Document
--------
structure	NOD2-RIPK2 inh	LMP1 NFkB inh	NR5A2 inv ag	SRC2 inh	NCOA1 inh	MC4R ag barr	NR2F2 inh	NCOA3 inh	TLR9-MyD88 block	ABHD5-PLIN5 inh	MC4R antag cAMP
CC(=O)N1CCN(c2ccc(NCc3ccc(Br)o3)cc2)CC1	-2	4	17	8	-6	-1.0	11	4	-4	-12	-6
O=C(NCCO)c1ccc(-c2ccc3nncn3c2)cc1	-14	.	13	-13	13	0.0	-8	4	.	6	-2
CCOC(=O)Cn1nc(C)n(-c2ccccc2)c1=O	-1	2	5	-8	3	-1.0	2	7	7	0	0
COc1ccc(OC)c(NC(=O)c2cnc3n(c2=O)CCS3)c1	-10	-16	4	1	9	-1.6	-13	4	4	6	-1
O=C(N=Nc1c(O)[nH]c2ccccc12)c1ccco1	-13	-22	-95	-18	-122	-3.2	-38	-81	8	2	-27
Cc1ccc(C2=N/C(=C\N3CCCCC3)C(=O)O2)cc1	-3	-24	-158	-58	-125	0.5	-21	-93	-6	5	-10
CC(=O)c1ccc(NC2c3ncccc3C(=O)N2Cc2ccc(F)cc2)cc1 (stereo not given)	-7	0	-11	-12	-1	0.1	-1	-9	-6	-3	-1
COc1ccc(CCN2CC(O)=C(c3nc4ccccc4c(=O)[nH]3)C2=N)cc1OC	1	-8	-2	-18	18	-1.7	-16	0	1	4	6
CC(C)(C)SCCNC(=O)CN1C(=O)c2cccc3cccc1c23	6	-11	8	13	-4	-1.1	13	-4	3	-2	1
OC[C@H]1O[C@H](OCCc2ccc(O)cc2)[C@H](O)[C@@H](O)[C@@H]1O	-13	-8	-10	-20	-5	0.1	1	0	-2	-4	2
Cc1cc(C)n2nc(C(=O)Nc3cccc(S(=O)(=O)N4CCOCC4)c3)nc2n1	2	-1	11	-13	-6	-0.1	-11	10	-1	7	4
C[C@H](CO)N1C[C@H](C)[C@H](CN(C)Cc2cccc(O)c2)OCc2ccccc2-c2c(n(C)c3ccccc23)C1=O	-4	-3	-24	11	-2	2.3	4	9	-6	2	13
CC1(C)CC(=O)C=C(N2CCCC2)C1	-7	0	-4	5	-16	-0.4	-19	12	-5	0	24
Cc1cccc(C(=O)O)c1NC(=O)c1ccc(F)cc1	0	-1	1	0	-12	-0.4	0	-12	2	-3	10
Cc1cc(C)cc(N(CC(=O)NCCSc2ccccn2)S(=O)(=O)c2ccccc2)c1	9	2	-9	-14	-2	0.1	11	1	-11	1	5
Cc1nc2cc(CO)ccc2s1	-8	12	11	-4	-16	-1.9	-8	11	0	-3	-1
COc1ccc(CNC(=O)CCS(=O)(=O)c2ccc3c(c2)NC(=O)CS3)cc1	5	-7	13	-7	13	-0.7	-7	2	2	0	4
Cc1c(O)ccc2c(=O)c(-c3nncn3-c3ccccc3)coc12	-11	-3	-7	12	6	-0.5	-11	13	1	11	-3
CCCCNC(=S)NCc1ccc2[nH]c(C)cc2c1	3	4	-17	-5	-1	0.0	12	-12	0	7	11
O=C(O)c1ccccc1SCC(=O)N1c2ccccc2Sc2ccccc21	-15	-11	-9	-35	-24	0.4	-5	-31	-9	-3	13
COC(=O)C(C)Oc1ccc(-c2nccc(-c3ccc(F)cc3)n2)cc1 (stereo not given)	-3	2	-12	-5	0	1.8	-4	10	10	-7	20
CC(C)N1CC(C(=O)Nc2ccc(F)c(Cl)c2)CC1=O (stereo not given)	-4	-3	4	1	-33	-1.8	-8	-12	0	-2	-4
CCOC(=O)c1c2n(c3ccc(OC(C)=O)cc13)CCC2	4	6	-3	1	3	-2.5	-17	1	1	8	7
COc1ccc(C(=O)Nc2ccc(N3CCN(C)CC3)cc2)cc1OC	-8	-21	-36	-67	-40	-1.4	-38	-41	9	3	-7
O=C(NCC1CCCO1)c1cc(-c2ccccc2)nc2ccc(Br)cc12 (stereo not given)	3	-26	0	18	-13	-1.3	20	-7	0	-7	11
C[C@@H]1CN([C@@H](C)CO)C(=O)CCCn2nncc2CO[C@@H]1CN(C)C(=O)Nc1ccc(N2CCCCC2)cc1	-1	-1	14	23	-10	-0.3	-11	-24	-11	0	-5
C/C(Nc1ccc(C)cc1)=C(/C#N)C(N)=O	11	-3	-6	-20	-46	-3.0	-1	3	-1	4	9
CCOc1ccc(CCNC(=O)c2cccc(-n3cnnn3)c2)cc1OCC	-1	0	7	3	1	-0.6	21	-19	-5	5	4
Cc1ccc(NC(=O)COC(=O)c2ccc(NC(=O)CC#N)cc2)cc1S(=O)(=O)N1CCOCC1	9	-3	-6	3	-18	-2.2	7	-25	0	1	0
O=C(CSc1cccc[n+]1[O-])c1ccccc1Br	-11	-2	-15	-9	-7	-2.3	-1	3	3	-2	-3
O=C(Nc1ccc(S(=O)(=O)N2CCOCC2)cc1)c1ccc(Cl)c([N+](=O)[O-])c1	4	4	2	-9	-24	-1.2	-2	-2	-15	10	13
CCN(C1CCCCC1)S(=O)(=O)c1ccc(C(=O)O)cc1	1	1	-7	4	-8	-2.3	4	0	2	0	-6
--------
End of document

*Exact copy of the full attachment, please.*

structure	NOD2-RIPK2 inh	LMP1 NFkB inh	NR5A2 inv ag	SRC2 inh	NCOA1 inh	MC4R ag barr	NR2F2 inh	NCOA3 inh	TLR9-MyD88 block	ABHD5-PLIN5 inh	MC4R antag cAMP
CC(=O)N1CCN(c2ccc(NCc3ccc(Br)o3)cc2)CC1	-2	4	17	8	-6	-1.0	11	4	-4	-12	-6
O=C(NCCO)c1ccc(-c2ccc3nncn3c2)cc1	-14	.	13	-13	13	0.0	-8	4	.	6	-2
CCOC(=O)Cn1nc(C)n(-c2ccccc2)c1=O	-1	2	5	-8	3	-1.0	2	7	7	0	0
COc1ccc(OC)c(NC(=O)c2cnc3n(c2=O)CCS3)c1	-10	-16	4	1	9	-1.6	-13	4	4	6	-1
O=C(N=Nc1c(O)[nH]c2ccccc12)c1ccco1	-13	-22	-95	-18	-122	-3.2	-38	-81	8	2	-27
Cc1ccc(C2=N/C(=C\N3CCCCC3)C(=O)O2)cc1	-3	-24	-158	-58	-125	0.5	-21	-93	-6	5	-10
CC(=O)c1ccc(NC2c3ncccc3C(=O)N2Cc2ccc(F)cc2)cc1 (stereo not given)	-7	0	-11	-12	-1	0.1	-1	-9	-6	-3	-1
COc1ccc(CCN2CC(O)=C(c3nc4ccccc4c(=O)[nH]3)C2=N)cc1OC	1	-8	-2	-18	18	-1.7	-16	0	1	4	6
CC(C)(C)SCCNC(=O)CN1C(=O)c2cccc3cccc1c23	6	-11	8	13	-4	-1.1	13	-4	3	-2	1
OC[C@H]1O[C@H](OCCc2ccc(O)cc2)[C@H](O)[C@@H](O)[C@@H]1O	-13	-8	-10	-20	-5	0.1	1	0	-2	-4	2
Cc1cc(C)n2nc(C(=O)Nc3cccc(S(=O)(=O)N4CCOCC4)c3)nc2n1	2	-1	11	-13	-6	-0.1	-11	10	-1	7	4
C[C@H](CO)N1C[C@H](C)[C@H](CN(C)Cc2cccc(O)c2)OCc2ccccc2-c2c(n(C)c3ccccc23)C1=O	-4	-3	-24	11	-2	2.3	4	9	-6	2	13
CC1(C)CC(=O)C=C(N2CCCC2)C1	-7	0	-4	5	-16	-0.4	-19	12	-5	0	24
Cc1cccc(C(=O)O)c1NC(=O)c1ccc(F)cc1	0	-1	1	0	-12	-0.4	0	-12	2	-3	10
Cc1cc(C)cc(N(CC(=O)NCCSc2ccccn2)S(=O)(=O)c2ccccc2)c1	9	2	-9	-14	-2	0.1	11	1	-11	1	5
Cc1nc2cc(CO)ccc2s1	-8	12	11	-4	-16	-1.9	-8	11	0	-3	-1
COc1ccc(CNC(=O)CCS(=O)(=O)c2ccc3c(c2)NC(=O)CS3)cc1	5	-7	13	-7	13	-0.7	-7	2	2	0	4
Cc1c(O)ccc2c(=O)c(-c3nncn3-c3ccccc3)coc12	-11	-3	-7	12	6	-0.5	-11	13	1	11	-3
CCCCNC(=S)NCc1ccc2[nH]c(C)cc2c1	3	4	-17	-5	-1	0.0	12	-12	0	7	11
O=C(O)c1ccccc1SCC(=O)N1c2ccccc2Sc2ccccc21	-15	-11	-9	-35	-24	0.4	-5	-31	-9	-3	13
COC(=O)C(C)Oc1ccc(-c2nccc(-c3ccc(F)cc3)n2)cc1 (stereo not given)	-3	2	-12	-5	0	1.8	-4	10	10	-7	20
CC(C)N1CC(C(=O)Nc2ccc(F)c(Cl)c2)CC1=O (stereo not given)	-4	-3	4	1	-33	-1.8	-8	-12	0	-2	-4
CCOC(=O)c1c2n(c3ccc(OC(C)=O)cc13)CCC2	4	6	-3	1	3	-2.5	-17	1	1	8	7
COc1ccc(C(=O)Nc2ccc(N3CCN(C)CC3)cc2)cc1OC	-8	-21	-36	-67	-40	-1.4	-38	-41	9	3	-7
O=C(NCC1CCCO1)c1cc(-c2ccccc2)nc2ccc(Br)cc12 (stereo not given)	3	-26	0	18	-13	-1.3	20	-7	0	-7	11
C[C@@H]1CN([C@@H](C)CO)C(=O)CCCn2nncc2CO[C@@H]1CN(C)C(=O)Nc1ccc(N2CCCCC2)cc1	-1	-1	14	23	-10	-0.3	-11	-24	-11	0	-5
C/C(Nc1ccc(C)cc1)=C(/C#N)C(N)=O	11	-3	-6	-20	-46	-3.0	-1	3	-1	4	9
CCOc1ccc(CCNC(=O)c2cccc(-n3cnnn3)c2)cc1OCC	-1	0	7	3	1	-0.6	21	-19	-5	5	4
Cc1ccc(NC(=O)COC(=O)c2ccc(NC(=O)CC#N)cc2)cc1S(=O)(=O)N1CCOCC1	9	-3	-6	3	-18	-2.2	7	-25	0	1	0
O=C(CSc1cccc[n+]1[O-])c1ccccc1Br	-11	-2	-15	-9	-7	-2.3	-1	3	3	-2	-3
O=C(Nc1ccc(S(=O)(=O)N2CCOCC2)cc1)c1ccc(Cl)c([N+](=O)[O-])c1	4	4	2	-9	-24	-1.2	-2	-2	-15	10	13
CCN(C1CCCCC1)S(=O)(=O)c1ccc(C(=O)O)cc1	1	1	-7	4	-8	-2.3	4	0	2	0	-6